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Mahatma Gandhi (1869 – 1948)

March 26, 2022

Few individuals have accomplished so much for not only their country but the world, as Mahatma Gandhi. Known for his peaceful demonstrations that inspired a nation, his legacy lives on through today.

Early Life

In British-controlled Kathiawar, India, Mohandas Karamchand Gandhi was born on October 2, 1869. Few would have expected the great accomplishments he would later have. His father, Karamchand Gandhi, was a chief minister in Porbandar in western India. Putilbai Gandhi, his mother, fasted regularly as part of her religious faith. Both parents had a strong influence on what was to come.

Following his rebellious teenage years, where he frequently ate meat, stole from household servants, and smoked, he became interested in being a doctor. At 18, he set off for London to study law at the wishes of his father. While struggling with the cultural differences of his new home, Gandhi became recommitted to the religion of his parents—becoming vegetarian, fasting, and studying the sacred texts on different world religions as well. He returned to India three years later and began work as a lawyer.

His return to India came just weeks following the death of his mother, and he soon found that being a lawyer was a demanding career—so much so that he was unable to represent his first client in court and instead reimbursed him for his services.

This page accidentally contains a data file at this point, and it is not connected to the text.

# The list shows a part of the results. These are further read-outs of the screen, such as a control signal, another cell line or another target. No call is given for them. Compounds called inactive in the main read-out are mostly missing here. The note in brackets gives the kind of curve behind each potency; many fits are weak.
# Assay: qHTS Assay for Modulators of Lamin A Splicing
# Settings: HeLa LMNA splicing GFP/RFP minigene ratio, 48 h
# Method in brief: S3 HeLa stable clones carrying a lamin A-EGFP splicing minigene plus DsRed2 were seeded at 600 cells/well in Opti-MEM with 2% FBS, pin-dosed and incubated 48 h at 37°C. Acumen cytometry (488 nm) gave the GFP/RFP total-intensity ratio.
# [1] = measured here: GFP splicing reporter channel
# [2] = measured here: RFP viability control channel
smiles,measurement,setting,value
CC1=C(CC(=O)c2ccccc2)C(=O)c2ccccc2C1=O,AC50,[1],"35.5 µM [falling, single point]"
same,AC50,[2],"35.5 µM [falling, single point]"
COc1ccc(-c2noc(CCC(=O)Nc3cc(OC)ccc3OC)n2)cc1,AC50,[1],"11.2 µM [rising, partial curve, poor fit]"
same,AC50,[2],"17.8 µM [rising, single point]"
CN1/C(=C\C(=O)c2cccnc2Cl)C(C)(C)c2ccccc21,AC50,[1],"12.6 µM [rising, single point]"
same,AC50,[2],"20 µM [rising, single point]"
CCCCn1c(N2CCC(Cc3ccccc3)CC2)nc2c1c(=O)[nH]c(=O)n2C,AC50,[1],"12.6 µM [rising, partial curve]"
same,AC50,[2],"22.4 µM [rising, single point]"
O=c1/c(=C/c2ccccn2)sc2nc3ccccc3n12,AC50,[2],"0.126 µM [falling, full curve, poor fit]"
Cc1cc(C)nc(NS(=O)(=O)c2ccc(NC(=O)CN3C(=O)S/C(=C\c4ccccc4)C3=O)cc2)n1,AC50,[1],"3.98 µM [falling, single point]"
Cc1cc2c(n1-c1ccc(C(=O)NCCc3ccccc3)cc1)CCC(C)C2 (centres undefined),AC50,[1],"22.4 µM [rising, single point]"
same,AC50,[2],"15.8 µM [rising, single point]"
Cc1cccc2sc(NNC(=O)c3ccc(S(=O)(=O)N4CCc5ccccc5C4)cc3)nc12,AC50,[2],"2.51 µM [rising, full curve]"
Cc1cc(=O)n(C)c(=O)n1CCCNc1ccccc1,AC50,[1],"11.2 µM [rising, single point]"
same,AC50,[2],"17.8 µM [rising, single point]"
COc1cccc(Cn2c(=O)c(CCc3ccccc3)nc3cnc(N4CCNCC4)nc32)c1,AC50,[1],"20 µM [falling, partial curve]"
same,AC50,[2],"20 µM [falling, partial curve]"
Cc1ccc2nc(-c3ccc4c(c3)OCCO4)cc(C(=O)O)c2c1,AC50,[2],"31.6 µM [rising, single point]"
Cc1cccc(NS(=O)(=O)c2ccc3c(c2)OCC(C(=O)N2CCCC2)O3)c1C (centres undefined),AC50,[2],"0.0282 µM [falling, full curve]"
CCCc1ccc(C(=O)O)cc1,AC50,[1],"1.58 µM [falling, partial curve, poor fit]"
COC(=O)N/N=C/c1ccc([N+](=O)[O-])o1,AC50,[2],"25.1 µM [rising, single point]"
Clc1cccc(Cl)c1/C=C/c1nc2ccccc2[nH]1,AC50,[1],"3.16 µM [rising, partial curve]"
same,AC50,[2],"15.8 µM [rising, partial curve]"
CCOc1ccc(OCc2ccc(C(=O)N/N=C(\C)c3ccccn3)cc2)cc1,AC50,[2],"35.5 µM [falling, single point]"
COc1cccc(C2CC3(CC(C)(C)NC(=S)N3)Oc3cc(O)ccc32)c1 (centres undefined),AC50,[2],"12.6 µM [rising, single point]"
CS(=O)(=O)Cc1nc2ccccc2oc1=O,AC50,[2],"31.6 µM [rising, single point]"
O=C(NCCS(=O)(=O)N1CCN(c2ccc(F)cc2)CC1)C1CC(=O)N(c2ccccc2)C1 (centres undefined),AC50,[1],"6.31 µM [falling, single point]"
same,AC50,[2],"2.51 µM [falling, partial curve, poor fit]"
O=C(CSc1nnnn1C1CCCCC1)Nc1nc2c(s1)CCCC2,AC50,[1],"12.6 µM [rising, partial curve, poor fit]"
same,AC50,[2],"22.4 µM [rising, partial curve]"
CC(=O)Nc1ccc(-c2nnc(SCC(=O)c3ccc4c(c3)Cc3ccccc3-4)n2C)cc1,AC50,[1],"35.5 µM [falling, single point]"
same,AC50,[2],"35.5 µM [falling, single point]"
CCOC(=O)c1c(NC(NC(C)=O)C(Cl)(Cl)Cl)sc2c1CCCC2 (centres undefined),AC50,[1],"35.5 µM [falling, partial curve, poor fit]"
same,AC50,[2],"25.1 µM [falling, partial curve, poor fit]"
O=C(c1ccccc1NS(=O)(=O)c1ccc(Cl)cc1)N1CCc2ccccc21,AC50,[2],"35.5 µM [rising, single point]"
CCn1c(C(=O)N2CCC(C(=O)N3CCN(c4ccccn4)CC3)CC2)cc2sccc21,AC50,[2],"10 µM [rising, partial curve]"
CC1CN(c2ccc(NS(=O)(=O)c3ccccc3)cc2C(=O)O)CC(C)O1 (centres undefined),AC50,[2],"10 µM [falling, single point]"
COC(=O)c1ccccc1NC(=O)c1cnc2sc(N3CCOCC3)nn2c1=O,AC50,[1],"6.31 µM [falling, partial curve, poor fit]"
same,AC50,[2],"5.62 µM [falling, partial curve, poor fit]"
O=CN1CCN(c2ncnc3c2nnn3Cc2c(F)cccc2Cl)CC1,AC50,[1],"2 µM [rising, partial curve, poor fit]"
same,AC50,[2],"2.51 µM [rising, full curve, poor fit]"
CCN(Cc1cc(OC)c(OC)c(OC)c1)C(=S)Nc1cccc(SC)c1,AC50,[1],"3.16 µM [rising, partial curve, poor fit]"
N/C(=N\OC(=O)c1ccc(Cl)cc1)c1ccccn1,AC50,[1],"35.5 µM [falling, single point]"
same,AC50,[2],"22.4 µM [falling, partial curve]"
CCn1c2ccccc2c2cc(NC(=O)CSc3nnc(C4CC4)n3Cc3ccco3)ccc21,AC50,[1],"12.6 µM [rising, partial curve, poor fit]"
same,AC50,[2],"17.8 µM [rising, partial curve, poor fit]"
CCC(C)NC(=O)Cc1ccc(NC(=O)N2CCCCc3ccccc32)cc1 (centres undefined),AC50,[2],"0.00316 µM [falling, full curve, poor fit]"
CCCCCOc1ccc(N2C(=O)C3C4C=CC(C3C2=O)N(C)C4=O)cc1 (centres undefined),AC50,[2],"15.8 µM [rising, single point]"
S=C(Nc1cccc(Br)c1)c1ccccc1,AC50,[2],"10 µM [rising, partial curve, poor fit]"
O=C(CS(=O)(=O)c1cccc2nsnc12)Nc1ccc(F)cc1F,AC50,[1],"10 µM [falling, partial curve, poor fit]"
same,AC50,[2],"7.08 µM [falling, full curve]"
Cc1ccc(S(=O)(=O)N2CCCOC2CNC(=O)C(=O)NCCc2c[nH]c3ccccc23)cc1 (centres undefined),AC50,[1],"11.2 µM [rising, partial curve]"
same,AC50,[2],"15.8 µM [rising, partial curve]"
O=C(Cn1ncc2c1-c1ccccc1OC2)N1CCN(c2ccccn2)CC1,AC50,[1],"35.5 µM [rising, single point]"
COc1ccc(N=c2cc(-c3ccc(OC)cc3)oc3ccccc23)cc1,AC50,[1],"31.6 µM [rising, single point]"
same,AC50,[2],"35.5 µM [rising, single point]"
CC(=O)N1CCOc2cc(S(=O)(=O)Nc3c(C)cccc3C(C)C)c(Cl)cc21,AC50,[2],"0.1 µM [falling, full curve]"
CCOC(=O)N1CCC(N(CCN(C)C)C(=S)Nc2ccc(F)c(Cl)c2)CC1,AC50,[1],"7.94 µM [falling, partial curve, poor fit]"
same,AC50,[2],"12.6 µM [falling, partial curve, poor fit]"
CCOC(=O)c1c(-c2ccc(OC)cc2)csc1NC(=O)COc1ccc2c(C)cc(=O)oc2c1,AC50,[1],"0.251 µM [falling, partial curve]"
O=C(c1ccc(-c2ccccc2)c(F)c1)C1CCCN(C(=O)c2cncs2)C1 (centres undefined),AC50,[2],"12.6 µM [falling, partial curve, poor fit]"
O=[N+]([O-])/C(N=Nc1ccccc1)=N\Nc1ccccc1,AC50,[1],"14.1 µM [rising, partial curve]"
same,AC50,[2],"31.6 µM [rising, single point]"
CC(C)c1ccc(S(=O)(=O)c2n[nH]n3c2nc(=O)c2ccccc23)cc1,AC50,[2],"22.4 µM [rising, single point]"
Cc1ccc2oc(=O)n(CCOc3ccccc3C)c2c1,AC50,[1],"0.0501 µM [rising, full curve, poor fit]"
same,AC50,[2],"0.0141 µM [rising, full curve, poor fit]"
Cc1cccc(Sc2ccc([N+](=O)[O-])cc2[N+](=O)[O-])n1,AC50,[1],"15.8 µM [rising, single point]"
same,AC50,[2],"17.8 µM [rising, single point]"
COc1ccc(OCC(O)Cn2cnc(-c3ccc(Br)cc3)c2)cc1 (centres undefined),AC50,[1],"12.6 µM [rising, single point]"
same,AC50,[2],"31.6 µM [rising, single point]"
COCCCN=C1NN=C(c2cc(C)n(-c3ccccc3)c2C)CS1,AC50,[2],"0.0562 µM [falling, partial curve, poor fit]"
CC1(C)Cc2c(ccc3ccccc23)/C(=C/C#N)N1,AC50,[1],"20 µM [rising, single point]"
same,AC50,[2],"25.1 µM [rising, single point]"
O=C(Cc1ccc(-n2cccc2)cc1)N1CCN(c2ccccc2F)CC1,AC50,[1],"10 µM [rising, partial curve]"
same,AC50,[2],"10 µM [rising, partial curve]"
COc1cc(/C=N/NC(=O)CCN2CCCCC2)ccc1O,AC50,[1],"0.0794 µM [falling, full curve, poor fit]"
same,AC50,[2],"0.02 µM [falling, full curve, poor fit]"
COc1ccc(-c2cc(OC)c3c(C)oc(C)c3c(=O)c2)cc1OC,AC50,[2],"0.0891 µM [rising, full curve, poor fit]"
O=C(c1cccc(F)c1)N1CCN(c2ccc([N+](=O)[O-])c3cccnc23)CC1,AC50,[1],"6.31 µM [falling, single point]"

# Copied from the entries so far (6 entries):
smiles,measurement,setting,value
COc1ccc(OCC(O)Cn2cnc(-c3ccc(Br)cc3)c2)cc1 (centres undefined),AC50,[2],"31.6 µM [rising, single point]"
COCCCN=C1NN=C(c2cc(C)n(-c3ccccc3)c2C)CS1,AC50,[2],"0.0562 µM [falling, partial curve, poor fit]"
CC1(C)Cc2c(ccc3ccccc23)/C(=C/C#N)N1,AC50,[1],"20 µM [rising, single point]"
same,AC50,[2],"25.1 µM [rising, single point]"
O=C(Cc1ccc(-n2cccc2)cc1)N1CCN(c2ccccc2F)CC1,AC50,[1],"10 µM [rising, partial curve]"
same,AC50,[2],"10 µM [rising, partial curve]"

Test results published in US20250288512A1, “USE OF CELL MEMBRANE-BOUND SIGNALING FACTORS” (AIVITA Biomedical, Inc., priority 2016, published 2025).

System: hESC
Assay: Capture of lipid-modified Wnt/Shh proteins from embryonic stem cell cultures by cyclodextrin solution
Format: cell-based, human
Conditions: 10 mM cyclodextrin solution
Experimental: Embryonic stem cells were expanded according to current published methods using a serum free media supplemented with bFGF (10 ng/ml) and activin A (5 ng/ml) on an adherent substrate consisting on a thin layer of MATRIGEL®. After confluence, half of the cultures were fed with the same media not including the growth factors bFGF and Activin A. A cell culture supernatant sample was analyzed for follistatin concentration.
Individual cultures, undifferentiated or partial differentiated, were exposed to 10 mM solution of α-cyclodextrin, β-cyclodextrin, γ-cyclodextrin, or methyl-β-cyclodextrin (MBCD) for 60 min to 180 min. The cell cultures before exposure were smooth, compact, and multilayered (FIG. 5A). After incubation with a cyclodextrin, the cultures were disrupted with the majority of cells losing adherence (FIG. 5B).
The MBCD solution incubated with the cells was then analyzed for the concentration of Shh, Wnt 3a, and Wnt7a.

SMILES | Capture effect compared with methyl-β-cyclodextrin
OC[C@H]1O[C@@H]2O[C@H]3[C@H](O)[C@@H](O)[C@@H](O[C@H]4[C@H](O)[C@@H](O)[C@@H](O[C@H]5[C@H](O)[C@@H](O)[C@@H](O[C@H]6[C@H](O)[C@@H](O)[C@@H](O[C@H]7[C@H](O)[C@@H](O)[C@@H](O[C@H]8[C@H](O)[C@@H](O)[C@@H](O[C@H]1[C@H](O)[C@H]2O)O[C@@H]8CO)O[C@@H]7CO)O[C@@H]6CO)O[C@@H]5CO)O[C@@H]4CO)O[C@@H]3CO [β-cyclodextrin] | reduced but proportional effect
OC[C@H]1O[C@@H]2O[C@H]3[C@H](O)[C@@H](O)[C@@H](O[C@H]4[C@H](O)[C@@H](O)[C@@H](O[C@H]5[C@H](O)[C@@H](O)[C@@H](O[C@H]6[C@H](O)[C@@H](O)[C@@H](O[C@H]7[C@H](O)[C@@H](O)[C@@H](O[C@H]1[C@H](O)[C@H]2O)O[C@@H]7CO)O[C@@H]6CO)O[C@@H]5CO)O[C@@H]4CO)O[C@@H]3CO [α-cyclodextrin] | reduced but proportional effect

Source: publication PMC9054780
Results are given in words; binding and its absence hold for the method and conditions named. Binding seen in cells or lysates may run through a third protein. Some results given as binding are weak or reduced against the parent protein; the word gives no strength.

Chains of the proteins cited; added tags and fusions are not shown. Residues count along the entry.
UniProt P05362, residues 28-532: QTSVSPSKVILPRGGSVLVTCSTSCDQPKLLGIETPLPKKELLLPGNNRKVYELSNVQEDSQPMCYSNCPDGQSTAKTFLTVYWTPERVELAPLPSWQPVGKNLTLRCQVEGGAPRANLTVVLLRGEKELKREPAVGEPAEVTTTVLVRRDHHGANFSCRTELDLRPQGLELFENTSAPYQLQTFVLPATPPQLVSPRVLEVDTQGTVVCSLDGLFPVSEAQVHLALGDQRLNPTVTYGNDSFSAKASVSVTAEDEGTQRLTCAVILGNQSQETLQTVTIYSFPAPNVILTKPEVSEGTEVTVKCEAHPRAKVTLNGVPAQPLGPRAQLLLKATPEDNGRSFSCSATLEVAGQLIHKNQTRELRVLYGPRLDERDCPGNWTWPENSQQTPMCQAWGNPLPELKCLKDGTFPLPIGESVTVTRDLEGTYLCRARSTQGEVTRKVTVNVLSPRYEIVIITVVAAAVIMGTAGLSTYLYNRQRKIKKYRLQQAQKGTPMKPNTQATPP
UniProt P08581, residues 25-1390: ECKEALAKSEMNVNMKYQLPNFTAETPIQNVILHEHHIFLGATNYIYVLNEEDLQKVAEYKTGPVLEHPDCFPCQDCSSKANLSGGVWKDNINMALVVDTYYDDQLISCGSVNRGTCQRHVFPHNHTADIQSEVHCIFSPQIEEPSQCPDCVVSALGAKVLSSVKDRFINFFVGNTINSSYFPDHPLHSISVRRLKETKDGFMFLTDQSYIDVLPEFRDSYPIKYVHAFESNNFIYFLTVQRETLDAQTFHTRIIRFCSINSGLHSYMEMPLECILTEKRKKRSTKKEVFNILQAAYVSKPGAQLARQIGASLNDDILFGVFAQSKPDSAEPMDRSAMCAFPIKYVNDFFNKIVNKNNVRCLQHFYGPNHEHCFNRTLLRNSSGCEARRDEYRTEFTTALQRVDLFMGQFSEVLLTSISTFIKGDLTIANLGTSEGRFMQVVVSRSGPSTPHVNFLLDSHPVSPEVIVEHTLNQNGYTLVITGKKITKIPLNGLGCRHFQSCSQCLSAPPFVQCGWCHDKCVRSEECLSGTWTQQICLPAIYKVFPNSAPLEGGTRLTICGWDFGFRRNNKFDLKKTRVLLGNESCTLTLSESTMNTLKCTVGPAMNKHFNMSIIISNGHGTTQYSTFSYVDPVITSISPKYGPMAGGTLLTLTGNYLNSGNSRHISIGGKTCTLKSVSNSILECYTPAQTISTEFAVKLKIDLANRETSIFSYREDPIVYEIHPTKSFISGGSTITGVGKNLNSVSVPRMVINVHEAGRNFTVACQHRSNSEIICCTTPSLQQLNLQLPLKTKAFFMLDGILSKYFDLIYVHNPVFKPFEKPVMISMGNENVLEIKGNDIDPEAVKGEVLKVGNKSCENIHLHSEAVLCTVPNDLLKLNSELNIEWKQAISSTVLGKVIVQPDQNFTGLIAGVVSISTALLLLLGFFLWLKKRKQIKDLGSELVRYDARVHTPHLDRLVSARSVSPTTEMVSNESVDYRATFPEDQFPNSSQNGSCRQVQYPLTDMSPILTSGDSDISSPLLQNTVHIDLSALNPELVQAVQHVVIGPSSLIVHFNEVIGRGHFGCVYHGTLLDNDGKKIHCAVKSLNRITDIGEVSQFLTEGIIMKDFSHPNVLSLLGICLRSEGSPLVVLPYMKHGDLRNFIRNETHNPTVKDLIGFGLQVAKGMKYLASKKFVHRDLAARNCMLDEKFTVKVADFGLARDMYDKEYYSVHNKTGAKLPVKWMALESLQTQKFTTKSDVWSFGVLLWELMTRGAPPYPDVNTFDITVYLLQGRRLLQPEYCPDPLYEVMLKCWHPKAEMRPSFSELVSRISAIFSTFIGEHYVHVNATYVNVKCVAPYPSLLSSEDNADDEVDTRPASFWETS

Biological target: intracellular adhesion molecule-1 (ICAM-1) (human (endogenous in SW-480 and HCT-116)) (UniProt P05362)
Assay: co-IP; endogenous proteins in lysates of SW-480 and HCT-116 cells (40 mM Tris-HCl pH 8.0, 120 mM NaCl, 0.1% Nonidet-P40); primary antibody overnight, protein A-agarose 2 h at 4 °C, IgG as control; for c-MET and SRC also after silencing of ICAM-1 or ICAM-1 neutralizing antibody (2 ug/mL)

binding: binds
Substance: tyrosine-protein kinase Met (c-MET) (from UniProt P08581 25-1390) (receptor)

Public Servant and Leader

In 1893, Gandhi took a one-year job in the South African state of Natal. There he was exposed to terrible racism and segregation as the controlling British harshly ruled over the Indian immigrants.

After being the subject of several extreme acts of racism in Natal, Gandhi decided to organize the Natal Indian Congress in 1894. The group worked on ending segregation, including a bill that deprived Indians of their right to vote. It was during this fight that he started a path to notoriety.

The following years saw a series of wins and losses in his fight for equality in Natal, including his arrest in 1913 following a mass civil disobedience campaign.

He returned to India in 1914 and founded an ashram that was open to all castes. His attire changed to a shawl and loincloth, and his days were filled with fasting, meditation, and prayer. He soon was known as the “great soul” or “Mahatma.”

1919 brought his focus back to peaceful protest against British rule in India. His reputation and leadership skills soon gathered a massive following despite often being met with violence.

Over the following decades, Gandhi led the Indian people through boycotts, extended fasts, and a large demonstration against over-taxation—the Salt March. The rebellious act landed him in prison, but he was also named Time Magazine’s “Man of the Year” in 1930.

A Violent End

After countless bouts with government and opposing religious groups, Gandhi was assassinated at the age of seventy-eight by Nathuram Godse. Godse was an extremist Hindu who was infuriated by Gandhi’s relationship and tolerance of Muslims.

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